No, the answer is not the second place winner of a drag queen beauty contest who’s had too much to drink, and refuses to leave your table.
Although I am sure that description could also be suitable for said drag queen.
No, I’m talking about WINTER!
Today I got to take a walk through of the house and yard that my friend is going to be working on all winter, and I got the all clear to start work this spring. Excitement does not begin to describe how I’m feeling. Both my brother and I got to see just what Dave is going to be doing to get the house in shape, and he went over some ideas he had for transforming it. New porches, a driveway out front (parking is at a premium here, and apparently if you park in front of a neighbour’s house street side, they get a bit edgy), new basement floor, paint, new bathroom…it’s going to be transformed. Excited doesn’t begin to describe how my brother and I are feeling right now.
What got me pumped was being able to get a closer look at the back yard! My blank canvas…. a very white, blank canvas.
So I was going with the idea of creating an enclosed space, something that was sort-of cloistered. Luckily, there’s been trees trained around the yard. I’m not sure what they are (they look like they’re maybe lilacs) but the snow is pretty deep so to traverse towards them would mean getting…my feet at this point were already really cold. Minus 20 celsius, a wind chill. You’re lucky you’ve got these pictures.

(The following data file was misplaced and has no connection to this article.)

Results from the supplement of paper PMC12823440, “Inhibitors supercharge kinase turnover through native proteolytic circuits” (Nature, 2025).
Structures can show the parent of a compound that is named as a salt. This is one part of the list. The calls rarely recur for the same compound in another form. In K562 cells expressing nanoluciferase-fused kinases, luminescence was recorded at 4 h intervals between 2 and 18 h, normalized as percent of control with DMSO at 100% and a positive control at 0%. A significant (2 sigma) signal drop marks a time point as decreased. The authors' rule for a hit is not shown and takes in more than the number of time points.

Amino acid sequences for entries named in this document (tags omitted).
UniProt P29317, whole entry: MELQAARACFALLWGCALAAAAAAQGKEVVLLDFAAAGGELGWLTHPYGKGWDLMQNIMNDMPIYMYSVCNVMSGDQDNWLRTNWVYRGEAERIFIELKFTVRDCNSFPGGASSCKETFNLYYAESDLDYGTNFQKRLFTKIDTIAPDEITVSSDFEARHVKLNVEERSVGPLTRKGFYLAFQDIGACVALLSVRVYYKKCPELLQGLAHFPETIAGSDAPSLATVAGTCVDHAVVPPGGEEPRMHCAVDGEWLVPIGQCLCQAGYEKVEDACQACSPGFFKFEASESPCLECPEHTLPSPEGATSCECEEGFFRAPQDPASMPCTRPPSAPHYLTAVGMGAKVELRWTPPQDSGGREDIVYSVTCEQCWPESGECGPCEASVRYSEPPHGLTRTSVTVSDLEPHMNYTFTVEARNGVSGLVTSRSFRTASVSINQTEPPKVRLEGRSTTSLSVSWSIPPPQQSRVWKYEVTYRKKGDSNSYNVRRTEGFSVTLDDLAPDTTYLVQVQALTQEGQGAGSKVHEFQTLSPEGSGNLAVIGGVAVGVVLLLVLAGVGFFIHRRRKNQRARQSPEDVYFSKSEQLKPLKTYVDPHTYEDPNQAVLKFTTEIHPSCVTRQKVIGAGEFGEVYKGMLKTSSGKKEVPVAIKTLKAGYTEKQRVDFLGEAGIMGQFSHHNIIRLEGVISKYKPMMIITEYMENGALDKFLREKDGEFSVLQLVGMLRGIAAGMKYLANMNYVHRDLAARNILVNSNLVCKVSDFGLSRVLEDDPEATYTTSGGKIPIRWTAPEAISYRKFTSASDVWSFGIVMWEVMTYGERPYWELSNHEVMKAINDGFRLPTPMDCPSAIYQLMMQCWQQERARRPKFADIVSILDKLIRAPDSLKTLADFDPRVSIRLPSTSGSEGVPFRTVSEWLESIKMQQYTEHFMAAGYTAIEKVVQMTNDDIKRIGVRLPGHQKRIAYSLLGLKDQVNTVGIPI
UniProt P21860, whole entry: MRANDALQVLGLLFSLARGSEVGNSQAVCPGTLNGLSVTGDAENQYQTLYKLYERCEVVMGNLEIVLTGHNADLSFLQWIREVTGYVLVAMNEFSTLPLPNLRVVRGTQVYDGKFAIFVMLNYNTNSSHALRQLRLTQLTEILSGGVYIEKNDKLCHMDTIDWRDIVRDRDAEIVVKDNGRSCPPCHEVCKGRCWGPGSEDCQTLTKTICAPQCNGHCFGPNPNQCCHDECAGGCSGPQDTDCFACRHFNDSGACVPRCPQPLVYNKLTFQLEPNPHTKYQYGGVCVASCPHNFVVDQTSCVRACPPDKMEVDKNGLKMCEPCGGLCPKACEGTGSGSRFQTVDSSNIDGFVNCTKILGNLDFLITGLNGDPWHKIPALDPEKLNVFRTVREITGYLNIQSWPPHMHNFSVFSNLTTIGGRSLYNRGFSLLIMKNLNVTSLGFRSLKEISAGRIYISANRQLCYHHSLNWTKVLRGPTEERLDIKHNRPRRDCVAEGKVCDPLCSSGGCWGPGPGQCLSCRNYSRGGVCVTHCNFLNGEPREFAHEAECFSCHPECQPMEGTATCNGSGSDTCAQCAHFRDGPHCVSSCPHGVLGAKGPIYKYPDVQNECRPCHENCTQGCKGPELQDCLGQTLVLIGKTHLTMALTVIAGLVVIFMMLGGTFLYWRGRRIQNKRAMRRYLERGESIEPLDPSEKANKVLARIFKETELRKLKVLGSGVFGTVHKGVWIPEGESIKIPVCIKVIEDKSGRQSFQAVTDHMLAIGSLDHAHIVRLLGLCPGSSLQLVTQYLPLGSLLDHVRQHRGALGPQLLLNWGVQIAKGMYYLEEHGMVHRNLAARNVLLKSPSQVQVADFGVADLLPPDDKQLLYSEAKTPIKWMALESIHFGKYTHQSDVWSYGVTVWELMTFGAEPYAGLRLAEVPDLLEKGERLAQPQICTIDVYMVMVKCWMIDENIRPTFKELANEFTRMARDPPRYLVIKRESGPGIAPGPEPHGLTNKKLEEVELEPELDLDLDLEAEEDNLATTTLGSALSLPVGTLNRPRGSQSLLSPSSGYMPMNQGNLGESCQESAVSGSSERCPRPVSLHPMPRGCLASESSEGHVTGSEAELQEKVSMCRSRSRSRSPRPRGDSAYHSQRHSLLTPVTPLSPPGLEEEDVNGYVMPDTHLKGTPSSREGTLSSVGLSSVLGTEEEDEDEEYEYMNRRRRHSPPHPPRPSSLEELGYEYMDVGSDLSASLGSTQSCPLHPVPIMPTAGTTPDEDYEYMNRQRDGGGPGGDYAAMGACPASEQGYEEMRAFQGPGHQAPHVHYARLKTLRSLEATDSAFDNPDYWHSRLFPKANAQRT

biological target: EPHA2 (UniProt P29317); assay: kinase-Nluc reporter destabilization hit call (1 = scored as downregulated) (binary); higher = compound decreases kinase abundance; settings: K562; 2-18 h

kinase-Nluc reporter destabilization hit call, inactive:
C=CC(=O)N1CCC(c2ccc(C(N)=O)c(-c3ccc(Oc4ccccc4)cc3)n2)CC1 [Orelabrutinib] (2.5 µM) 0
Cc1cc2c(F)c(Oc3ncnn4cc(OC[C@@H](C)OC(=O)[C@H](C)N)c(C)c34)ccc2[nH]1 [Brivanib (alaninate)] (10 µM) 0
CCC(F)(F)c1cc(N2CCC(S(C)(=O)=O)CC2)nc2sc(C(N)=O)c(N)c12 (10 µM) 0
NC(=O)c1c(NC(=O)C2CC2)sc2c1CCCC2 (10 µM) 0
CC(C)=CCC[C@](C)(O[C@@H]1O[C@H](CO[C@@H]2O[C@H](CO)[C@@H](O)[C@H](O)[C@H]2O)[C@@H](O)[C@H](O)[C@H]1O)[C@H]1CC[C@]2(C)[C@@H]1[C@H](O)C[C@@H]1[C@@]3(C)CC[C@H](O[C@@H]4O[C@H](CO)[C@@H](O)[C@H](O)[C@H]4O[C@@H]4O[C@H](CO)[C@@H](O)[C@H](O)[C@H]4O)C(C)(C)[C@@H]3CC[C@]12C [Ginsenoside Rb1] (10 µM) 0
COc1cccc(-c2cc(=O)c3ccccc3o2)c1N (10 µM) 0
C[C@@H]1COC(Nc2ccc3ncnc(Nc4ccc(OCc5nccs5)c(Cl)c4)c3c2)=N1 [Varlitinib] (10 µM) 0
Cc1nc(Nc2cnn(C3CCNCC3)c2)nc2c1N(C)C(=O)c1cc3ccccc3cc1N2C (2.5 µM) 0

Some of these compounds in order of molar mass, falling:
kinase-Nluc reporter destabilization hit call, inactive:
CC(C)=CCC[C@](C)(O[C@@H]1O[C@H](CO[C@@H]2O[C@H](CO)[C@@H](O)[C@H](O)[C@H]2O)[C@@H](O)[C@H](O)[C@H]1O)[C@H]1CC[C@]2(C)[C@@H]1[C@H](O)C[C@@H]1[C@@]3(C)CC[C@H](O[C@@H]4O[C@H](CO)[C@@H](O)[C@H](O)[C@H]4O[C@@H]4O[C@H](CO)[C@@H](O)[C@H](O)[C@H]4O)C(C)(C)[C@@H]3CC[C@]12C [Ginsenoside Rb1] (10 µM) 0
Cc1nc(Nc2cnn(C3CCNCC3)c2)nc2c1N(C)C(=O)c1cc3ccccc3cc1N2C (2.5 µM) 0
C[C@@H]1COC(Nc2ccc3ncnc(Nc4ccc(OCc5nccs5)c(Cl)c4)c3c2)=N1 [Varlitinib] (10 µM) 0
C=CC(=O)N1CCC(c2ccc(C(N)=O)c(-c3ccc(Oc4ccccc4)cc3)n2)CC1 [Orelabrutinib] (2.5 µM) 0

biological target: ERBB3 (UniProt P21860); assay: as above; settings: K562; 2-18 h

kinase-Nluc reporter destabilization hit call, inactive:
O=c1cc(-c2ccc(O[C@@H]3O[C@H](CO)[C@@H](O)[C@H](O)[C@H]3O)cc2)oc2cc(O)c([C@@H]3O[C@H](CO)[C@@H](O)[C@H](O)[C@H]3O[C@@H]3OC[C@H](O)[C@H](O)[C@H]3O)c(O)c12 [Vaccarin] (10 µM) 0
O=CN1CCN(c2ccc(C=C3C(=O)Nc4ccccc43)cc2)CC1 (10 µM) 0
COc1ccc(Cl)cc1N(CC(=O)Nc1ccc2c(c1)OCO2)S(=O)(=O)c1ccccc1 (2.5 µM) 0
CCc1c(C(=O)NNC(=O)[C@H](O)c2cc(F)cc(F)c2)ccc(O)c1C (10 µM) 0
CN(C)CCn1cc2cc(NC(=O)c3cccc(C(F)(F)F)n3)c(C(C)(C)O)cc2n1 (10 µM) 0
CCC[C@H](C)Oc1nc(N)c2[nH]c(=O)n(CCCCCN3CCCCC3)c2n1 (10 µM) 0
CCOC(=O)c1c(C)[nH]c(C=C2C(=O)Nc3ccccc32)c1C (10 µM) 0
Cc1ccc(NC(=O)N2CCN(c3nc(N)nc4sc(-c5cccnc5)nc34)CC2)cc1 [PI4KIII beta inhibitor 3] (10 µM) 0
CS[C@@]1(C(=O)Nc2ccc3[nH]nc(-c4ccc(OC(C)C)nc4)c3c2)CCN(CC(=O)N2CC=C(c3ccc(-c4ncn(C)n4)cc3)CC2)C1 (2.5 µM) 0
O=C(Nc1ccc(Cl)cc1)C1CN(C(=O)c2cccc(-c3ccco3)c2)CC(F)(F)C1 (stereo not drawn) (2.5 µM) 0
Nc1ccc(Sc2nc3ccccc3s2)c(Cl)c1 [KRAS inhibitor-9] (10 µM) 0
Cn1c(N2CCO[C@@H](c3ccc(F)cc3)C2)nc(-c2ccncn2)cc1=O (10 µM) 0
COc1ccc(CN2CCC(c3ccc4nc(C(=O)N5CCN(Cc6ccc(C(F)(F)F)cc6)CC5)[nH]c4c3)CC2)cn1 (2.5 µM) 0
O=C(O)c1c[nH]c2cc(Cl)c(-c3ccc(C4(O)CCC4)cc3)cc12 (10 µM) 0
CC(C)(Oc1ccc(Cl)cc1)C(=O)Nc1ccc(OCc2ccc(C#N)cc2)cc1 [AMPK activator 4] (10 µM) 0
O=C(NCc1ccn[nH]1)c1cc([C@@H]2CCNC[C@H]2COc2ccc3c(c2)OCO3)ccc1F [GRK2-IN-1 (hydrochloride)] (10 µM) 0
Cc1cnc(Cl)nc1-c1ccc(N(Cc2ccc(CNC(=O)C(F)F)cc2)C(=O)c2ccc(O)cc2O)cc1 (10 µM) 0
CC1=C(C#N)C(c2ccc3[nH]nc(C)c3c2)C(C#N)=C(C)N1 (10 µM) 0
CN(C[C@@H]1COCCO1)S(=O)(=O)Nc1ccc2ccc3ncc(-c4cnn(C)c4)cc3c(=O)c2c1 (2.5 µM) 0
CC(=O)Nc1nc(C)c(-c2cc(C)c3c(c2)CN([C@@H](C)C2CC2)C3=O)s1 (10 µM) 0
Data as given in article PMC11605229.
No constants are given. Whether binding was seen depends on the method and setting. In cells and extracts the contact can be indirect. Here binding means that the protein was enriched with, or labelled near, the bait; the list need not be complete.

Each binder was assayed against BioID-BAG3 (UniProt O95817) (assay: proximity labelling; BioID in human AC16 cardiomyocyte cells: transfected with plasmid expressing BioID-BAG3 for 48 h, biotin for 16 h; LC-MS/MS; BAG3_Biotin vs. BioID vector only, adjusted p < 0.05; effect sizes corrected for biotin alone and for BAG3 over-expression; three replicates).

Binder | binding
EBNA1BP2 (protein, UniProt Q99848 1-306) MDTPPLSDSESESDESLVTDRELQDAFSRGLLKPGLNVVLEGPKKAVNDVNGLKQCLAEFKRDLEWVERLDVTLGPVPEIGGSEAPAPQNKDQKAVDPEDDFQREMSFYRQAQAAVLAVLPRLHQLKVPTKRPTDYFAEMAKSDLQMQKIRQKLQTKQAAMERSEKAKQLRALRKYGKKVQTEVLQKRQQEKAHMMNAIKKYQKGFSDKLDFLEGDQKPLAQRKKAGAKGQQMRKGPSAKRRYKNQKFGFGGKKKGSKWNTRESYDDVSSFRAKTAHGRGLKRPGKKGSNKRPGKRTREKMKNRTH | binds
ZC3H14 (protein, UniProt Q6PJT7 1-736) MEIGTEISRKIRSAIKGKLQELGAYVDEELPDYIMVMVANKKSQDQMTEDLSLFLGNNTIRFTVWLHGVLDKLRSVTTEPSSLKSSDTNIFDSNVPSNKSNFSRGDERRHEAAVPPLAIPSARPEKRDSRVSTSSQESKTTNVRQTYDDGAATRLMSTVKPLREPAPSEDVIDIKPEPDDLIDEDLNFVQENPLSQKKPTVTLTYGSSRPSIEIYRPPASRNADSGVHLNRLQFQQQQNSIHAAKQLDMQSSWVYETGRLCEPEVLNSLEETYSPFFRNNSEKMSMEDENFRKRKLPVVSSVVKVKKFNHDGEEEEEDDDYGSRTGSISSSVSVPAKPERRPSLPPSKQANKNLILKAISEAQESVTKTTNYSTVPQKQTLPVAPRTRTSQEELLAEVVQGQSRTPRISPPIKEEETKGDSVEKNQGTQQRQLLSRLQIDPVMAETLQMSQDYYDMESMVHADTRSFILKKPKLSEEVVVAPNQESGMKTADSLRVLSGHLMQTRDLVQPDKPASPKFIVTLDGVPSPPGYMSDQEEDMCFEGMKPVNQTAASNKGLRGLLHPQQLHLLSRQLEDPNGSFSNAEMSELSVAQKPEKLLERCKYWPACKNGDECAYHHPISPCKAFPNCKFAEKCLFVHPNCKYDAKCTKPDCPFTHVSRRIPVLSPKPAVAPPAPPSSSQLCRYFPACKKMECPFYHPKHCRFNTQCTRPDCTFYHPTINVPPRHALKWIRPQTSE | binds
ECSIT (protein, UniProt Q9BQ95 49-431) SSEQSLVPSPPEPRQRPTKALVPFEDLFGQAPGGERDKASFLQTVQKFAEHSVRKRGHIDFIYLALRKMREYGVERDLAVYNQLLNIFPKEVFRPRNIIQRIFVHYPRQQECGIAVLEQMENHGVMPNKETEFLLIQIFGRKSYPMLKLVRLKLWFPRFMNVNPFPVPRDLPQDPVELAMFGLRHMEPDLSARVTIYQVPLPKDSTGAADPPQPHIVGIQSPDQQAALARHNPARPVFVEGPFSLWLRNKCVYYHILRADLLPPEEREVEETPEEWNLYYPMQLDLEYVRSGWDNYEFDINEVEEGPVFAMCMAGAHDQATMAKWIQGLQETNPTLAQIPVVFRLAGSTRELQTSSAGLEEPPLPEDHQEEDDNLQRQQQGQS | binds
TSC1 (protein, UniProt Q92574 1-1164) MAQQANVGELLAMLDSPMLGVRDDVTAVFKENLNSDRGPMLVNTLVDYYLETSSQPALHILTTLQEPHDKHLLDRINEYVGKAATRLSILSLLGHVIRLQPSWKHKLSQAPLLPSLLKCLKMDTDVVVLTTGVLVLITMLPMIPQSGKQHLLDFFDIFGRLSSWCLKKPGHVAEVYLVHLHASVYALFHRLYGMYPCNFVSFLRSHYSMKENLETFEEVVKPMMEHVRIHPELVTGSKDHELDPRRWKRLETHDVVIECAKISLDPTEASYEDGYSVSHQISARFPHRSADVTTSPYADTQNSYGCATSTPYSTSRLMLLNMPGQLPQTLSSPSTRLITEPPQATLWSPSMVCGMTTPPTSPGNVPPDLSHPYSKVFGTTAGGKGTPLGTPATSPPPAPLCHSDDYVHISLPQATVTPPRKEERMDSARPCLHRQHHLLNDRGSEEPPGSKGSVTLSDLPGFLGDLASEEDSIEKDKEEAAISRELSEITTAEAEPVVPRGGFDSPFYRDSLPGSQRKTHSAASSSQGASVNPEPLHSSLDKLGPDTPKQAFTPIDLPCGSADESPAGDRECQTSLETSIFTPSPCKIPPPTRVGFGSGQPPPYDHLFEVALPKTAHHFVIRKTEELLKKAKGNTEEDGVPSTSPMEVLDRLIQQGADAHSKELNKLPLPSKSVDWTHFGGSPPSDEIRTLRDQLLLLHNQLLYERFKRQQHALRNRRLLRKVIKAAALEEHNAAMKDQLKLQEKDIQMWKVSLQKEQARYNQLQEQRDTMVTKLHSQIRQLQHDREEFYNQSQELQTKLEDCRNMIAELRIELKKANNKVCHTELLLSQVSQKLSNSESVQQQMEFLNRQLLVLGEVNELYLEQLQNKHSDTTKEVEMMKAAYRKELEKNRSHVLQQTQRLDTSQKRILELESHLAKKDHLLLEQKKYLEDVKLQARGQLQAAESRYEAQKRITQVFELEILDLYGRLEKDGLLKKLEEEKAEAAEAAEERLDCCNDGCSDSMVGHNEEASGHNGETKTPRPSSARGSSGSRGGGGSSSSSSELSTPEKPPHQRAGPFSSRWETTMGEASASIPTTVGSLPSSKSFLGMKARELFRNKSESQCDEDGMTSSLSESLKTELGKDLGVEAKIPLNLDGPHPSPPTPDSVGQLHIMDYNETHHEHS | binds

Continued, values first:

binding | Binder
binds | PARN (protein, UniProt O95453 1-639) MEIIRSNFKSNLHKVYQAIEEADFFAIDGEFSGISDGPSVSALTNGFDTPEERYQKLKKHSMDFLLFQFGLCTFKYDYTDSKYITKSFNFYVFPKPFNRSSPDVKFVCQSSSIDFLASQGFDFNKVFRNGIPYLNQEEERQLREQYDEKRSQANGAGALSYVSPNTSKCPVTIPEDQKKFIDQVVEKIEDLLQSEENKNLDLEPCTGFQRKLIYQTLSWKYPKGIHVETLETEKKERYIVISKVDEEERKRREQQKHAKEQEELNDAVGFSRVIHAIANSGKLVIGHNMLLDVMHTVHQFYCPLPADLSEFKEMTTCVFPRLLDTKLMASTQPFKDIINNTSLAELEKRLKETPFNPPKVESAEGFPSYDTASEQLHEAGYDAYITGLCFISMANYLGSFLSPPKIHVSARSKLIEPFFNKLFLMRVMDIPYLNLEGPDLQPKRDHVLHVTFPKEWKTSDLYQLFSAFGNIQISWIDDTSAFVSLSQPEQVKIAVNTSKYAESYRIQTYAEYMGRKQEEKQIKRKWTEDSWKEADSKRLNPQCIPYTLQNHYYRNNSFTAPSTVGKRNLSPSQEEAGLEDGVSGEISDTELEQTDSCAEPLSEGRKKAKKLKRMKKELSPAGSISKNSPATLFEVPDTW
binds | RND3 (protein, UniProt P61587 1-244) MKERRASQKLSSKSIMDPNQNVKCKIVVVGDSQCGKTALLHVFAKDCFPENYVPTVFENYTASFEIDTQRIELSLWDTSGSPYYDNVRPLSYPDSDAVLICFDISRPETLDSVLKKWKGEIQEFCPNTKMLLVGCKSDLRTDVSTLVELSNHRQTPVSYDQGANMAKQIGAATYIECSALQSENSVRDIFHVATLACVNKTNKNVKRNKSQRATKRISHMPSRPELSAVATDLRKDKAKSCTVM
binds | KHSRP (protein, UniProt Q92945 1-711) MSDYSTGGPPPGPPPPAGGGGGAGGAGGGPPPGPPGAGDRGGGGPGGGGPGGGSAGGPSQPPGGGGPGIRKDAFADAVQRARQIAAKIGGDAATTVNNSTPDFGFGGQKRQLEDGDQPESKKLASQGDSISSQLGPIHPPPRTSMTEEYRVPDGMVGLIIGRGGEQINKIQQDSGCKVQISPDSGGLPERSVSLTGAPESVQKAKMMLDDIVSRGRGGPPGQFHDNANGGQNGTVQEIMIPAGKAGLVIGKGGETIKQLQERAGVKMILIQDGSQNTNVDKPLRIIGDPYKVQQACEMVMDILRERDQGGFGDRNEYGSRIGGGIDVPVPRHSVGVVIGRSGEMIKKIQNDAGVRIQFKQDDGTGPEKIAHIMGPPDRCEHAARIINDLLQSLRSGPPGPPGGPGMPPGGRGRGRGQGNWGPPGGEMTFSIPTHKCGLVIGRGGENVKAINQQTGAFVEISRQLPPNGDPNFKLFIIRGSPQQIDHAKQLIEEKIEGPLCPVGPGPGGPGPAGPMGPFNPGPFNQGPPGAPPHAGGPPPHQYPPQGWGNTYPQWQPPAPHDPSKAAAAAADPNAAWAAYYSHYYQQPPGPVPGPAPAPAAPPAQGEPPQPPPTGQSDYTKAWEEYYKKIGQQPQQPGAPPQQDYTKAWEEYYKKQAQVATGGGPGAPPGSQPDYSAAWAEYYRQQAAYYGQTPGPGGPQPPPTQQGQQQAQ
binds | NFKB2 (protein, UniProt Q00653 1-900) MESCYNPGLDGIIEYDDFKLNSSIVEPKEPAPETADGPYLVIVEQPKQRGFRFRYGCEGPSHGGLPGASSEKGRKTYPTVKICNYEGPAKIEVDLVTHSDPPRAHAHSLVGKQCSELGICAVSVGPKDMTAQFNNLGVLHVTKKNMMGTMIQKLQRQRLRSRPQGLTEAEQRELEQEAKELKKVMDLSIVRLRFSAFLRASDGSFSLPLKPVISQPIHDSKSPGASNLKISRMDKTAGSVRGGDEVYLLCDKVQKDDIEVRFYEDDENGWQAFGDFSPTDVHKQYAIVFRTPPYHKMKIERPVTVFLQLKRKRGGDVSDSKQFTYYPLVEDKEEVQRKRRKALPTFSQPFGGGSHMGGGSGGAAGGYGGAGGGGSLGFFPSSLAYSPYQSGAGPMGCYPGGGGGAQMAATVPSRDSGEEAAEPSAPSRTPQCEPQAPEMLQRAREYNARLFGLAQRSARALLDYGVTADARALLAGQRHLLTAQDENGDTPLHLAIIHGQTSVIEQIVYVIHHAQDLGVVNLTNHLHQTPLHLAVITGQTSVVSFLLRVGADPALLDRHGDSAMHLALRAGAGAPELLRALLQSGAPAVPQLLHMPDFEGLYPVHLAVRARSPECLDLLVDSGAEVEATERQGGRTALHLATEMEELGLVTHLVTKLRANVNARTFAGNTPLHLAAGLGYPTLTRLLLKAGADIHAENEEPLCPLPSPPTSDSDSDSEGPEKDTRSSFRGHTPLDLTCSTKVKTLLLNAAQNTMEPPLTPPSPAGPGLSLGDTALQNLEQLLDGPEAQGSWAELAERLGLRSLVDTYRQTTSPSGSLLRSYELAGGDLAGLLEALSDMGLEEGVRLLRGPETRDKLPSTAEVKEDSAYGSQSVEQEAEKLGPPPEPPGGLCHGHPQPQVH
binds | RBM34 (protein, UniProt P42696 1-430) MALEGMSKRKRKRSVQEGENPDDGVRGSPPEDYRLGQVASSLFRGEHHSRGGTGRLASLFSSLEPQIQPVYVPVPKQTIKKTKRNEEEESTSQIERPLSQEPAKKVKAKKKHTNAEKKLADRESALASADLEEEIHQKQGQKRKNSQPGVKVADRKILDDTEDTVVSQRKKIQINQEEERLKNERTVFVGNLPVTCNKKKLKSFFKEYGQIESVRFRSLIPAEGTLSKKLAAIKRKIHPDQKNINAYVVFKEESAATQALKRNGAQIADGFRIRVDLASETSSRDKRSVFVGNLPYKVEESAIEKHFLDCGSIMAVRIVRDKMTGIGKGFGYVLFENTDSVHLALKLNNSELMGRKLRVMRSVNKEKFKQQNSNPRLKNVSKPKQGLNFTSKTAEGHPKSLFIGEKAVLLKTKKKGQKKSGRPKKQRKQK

The back of the lot has several spruces, a reasonably sized garage in the south west corner. The actual garden plot fits behind the tree centre right of the picture, and goes towards the back. I’m thinking this’ll be the new pond with a seating area under the spruces.
So far, the back yard looks…well white. There’s a lot of grass, some planting next to the house that looks like smaller lilacs (but I’m not sure). Dave, the guy I’m buying the house from, tells me it’s a double lot. After the driveway goes in front there’ll be about 1/2 open space for grass…or raised vegetable beds and flowers mixed is what I’m thinking long term. There’s one elm in the front yard next to the sidewalk so I think shade and leaves won’t be that much of a problem.
Winter on the prairies forces otherwise impatient gardeners to be resourceful, and to develop a sense of patience that other gardeners in warmer zones aren’t used to. Our growing season is marked by this period of stark whiteness, an imposed zen landscape. This also forces us into maximizing our growing season, maximizing the amount of time and enjoyment we need to get from our green spaces. I’m very excited to have the opportunity to have a space I can transform.